s Port Bickerton sits in a cut of land on the Atlantic side of Nova Scotia up the eastern coast from Halifax about 75 miles. It is a fishing village of 500 people who run their lives according to the catch and the season. When the catch is good and the season gentle, life is prosperous.By Michael Enright17 min
The British press loves to dress its villains in nicknames, and a few months ago, when they needed an appropriate moniker for the world’s most wanted man, there was one so handy and apt it might have been made for the occasion. They took it from the main character of the British best-selling thriller, Frederick Forsyth’s The Day Of The Jackal, and they gave it to the man who stands these days at the very pinnacle of world terrorism.By Matthew Hagan17 min
Given the national concern about inflation and money, it was darkly appropriate this month that a bitter dispute between the federal government and a judge over payment of a lawyer’s steep bill led to a parliamentary crisis with its own heavy price tags: the proffered resignation of 13-year cabinet veteran Bud Drury, its surprise refusal by the Prime Minister and a disturbing look at ministerial approaches to judges that forced Trudeau to ban similar direct contact in future by his colleagues.By ROBERT LEWIS6 min
If Dev Murarka is not careful, he will soon be wooed from the pages of Canada’s newsmagazine to become an editorial writer for Pravda. With a sweep of the pen in Leonid Brezhnev: A Plodder’s Progress (February 23), Murarka manages to mask or completely unmake some of the most hideous aspects of Soviet society.
It happens as soon as you get off the plane, walk stiff-legged across 20 yards of frigid tarmac and enter the Ottawa airport terminal. It hits me in the face each time as surely as if it were a tepid facecloth. It is the miasma of Ottawa. My blood congeals, my heart sinks, my pulse rate slows, a melancholy lassitude overcomes me.By Allan Fotheringham5 min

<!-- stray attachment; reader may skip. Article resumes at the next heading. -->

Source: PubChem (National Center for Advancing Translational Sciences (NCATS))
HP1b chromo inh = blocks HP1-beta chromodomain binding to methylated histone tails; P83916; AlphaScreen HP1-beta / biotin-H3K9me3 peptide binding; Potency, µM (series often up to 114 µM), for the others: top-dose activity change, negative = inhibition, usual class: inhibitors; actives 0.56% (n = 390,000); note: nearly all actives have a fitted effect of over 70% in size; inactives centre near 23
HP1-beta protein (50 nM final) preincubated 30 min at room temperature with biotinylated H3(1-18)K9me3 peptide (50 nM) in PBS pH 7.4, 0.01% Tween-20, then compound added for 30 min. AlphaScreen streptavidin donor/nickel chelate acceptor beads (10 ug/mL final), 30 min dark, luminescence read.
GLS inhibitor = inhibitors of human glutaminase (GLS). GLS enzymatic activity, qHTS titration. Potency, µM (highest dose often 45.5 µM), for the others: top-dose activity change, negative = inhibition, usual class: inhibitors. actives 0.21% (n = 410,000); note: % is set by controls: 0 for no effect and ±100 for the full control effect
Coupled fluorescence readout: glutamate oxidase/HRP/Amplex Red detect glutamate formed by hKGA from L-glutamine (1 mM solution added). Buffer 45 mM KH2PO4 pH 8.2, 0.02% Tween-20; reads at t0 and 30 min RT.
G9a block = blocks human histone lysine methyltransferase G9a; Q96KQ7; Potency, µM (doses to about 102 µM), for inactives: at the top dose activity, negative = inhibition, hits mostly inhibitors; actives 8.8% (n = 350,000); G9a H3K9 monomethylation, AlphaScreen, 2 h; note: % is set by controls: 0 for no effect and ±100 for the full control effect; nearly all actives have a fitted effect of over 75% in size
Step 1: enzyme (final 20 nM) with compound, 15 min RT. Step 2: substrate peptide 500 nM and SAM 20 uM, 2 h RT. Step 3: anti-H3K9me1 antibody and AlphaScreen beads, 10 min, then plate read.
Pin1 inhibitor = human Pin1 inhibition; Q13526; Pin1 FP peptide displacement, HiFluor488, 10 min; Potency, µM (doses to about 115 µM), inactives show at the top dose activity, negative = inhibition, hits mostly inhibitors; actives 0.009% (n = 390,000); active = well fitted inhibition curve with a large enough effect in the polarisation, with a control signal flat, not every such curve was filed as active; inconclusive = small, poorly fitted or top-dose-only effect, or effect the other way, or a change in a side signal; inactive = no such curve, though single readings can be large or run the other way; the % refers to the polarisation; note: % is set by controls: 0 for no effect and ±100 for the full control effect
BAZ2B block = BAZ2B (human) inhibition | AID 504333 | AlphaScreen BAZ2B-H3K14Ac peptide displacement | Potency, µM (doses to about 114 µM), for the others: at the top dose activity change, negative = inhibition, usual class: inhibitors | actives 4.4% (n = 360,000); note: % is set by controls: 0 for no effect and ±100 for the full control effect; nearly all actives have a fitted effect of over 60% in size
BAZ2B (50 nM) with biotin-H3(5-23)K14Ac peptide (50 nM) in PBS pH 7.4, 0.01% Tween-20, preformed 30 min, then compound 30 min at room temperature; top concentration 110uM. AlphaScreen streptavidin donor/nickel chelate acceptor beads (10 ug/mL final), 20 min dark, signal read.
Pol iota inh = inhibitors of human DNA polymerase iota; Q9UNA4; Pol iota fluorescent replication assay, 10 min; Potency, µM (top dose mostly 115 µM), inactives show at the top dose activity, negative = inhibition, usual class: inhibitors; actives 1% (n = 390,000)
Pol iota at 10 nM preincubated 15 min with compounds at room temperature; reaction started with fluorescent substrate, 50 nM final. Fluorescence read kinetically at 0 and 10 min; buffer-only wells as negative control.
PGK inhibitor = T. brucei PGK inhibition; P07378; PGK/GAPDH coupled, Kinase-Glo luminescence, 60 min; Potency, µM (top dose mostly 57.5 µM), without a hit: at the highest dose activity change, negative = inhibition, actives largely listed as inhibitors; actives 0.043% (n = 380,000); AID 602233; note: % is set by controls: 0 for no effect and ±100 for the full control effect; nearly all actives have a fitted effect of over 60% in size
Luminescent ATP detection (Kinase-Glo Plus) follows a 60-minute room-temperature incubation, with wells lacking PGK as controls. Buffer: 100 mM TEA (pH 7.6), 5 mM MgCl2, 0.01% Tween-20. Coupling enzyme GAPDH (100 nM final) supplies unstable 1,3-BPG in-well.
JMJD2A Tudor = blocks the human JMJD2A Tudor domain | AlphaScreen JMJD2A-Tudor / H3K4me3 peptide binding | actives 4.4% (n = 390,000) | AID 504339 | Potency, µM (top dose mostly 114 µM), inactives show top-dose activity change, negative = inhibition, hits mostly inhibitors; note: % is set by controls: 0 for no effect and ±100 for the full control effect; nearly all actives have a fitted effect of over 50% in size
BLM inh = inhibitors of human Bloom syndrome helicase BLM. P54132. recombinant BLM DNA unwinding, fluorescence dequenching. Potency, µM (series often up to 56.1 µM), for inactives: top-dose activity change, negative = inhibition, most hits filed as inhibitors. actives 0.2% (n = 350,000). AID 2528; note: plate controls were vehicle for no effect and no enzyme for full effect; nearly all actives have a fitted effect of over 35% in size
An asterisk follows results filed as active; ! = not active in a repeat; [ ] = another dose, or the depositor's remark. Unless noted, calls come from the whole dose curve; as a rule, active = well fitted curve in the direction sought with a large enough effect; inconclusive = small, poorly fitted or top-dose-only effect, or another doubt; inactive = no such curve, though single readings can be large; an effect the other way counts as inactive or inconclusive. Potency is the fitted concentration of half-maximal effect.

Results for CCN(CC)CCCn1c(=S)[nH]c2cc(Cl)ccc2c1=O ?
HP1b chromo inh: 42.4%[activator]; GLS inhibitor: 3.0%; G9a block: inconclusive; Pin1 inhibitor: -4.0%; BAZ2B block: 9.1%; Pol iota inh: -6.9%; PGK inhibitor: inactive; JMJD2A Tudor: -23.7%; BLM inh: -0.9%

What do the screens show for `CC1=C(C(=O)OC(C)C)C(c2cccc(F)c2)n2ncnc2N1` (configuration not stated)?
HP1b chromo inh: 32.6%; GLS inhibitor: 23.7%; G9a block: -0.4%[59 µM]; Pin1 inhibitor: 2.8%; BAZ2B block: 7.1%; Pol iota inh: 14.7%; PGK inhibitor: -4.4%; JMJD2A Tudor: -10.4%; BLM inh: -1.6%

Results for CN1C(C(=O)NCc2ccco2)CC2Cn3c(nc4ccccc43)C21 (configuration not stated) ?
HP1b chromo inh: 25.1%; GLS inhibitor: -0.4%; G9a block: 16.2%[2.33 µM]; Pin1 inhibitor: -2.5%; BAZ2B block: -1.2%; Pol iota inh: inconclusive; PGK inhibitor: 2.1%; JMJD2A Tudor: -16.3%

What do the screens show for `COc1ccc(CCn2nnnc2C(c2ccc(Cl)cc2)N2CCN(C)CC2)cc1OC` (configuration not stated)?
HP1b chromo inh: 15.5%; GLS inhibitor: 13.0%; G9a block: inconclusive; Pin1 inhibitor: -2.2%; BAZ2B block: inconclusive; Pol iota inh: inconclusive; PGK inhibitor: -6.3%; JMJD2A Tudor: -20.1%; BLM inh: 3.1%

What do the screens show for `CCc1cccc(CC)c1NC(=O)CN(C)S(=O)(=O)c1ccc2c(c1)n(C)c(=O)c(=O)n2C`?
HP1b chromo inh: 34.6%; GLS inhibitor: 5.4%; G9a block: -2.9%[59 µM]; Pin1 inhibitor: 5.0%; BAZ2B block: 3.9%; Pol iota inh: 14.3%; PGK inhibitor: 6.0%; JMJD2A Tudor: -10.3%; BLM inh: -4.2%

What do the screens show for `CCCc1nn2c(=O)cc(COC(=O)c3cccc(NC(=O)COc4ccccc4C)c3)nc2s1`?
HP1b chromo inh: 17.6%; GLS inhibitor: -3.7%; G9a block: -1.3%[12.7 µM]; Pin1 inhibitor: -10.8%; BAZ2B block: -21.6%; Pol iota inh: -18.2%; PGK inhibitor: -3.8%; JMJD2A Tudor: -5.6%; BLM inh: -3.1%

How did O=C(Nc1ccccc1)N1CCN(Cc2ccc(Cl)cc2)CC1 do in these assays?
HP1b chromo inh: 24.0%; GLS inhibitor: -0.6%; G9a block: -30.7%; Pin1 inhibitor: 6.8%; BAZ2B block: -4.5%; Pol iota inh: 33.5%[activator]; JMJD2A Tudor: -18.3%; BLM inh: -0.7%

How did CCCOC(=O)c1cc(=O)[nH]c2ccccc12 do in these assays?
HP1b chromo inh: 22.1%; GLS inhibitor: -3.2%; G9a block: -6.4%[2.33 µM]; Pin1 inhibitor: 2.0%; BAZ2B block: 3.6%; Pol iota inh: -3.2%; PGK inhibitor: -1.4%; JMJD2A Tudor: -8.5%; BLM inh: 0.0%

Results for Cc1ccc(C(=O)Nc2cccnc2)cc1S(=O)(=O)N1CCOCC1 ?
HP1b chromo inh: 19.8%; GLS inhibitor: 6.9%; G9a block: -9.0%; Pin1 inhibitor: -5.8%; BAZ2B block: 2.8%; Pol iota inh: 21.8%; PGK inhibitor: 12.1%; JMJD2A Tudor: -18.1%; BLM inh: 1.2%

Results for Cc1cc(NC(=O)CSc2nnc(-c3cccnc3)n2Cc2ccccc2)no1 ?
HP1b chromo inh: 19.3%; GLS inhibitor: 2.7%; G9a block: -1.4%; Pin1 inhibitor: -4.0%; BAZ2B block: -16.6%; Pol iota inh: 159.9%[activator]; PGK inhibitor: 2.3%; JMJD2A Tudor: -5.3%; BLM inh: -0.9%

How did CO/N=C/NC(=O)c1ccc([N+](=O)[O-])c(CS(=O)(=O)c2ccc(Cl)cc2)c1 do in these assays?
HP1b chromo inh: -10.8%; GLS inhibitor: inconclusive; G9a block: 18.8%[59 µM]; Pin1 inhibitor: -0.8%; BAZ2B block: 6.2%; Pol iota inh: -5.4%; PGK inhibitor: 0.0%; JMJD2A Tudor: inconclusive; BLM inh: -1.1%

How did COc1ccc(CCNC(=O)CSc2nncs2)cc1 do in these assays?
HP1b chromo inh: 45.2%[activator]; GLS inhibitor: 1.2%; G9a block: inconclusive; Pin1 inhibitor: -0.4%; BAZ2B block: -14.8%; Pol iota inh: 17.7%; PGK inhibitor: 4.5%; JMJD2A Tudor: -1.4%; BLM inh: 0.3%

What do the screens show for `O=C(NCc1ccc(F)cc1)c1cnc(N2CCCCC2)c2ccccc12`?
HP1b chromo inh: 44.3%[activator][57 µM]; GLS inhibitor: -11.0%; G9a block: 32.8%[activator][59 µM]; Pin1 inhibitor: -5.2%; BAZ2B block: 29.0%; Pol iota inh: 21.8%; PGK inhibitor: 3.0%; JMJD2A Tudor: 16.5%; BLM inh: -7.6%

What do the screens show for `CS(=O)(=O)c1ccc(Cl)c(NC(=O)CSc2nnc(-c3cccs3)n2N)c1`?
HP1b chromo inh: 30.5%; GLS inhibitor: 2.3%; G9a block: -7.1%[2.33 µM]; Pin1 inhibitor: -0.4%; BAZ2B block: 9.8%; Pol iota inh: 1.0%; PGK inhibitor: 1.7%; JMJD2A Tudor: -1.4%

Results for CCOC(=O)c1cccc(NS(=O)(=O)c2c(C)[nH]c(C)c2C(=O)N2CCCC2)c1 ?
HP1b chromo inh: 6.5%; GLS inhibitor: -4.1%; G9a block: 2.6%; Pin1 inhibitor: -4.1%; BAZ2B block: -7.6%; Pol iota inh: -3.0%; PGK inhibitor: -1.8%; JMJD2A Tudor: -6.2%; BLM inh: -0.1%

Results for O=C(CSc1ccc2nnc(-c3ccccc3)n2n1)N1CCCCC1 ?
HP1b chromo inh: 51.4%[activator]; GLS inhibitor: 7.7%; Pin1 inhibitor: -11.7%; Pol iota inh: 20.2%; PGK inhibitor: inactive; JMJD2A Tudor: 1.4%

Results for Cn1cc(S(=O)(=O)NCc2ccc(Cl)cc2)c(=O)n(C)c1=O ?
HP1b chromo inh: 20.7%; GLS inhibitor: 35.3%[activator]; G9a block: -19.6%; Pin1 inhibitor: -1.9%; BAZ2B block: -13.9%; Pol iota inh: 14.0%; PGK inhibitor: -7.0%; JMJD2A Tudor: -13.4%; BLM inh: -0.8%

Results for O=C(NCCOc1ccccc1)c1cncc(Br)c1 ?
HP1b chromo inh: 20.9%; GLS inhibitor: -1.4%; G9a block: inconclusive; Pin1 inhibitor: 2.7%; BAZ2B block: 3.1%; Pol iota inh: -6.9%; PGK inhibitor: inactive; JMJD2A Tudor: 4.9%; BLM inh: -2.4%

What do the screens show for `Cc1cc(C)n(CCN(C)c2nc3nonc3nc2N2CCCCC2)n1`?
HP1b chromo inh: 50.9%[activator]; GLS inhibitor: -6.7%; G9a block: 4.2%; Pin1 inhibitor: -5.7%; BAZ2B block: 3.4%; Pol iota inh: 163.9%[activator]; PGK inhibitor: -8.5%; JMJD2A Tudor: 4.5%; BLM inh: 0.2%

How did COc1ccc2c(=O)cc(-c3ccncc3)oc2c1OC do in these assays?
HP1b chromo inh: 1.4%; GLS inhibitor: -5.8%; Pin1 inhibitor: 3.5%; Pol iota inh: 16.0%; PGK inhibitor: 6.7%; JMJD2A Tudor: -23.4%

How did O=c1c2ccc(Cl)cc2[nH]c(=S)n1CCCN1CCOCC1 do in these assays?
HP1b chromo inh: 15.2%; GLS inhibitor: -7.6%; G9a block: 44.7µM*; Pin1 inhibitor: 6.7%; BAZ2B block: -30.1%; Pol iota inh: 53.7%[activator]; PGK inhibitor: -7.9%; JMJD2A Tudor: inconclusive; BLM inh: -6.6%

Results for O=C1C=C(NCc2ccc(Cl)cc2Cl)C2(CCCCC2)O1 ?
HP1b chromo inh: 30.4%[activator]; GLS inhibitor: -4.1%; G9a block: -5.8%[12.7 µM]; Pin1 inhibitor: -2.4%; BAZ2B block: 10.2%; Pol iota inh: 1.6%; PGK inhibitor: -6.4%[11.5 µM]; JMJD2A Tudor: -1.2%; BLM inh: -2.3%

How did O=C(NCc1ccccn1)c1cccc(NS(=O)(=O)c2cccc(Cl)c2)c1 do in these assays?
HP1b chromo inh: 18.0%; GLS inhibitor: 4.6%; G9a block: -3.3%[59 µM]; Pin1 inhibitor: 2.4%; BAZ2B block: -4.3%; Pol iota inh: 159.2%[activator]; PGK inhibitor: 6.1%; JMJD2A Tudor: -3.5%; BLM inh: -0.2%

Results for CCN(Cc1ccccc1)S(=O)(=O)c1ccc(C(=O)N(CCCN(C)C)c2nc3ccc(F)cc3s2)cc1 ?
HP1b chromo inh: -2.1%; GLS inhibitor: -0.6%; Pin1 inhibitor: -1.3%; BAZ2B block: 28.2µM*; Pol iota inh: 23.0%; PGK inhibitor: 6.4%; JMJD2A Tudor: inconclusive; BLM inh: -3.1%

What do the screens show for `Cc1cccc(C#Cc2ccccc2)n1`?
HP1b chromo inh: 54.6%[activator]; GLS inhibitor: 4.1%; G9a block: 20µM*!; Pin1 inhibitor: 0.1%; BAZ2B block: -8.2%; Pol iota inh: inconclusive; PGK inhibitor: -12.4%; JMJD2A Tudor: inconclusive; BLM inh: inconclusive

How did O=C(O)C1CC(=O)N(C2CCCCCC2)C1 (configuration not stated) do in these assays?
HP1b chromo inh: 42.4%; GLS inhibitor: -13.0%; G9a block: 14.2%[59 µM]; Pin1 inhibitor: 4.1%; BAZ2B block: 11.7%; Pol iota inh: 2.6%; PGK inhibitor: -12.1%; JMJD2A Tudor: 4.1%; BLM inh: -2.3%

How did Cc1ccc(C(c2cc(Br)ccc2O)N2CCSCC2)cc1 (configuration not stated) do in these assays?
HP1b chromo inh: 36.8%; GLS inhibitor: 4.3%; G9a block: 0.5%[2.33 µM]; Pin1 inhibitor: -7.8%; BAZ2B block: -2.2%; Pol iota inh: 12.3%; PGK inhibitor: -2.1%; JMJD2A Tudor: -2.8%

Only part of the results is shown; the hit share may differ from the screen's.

“The state of the union may be summed up in one word: constipation. What this country needs is a little bran. I will recommend reorganizing the food and drug administration, putting in our best nutritionalist doctors, so they can get the flour mills to put back in our bread or flour the bran it takes to keep us healthy, also outlaw all synthetic preservatives and dyes used to sell junk food.”By Walter Stewart5 min
In some political backrooms in Quebec, the joual expression “donnez-y-la-claque” serves as a catchphrase for a bravura, give’em-the-gears performance. That is the best characterization of the remarkable, 80-minute speech Pierre Trudeau unloaded on Liberal partisans in Quebec City earlier this month.By ROBERT LEWIS, RALPH NOSEWORTHY5 min
His determination to set mankind straight is made bearable by the suspicion that while his heart yearns for the Categorical Imperative, his hand pats the ass of a 17-year-old. Still, rambunctious and lascivious Irving Layton is the only major and influential Canadian poet who has worked at making consistent moral and political sense.By BARBARA AMIEL4 min
“Only a month before her fiftieth birthday the Queen is facing the most difficult personal and constitutional dilemma of her 23-year reign,” proclaimed the London Daily Mirror early this month. “The questions are: How can she solve ‘The Snowdon Problem’? Should she change her hitherto inflexible attitude toward divorce within the royal family?” The occasion was an outburst of comment in the British press, unprecedented in its frankness, on the subject of the Queen’s turbulent younger sister, 45-year-old Princess Margaret.By IAN MATHER5 min
Like many Prince Edward Islanders, Pearl Duncan favors self-sufficiency. At her home near the quiet village of O’Leary, the pleasant-faced 57-year-old cooks on a range not too much her junior in a kitchen that is cosy with gingham drapes and pussy-willow boughs.By SHARON CHURCHER4 min
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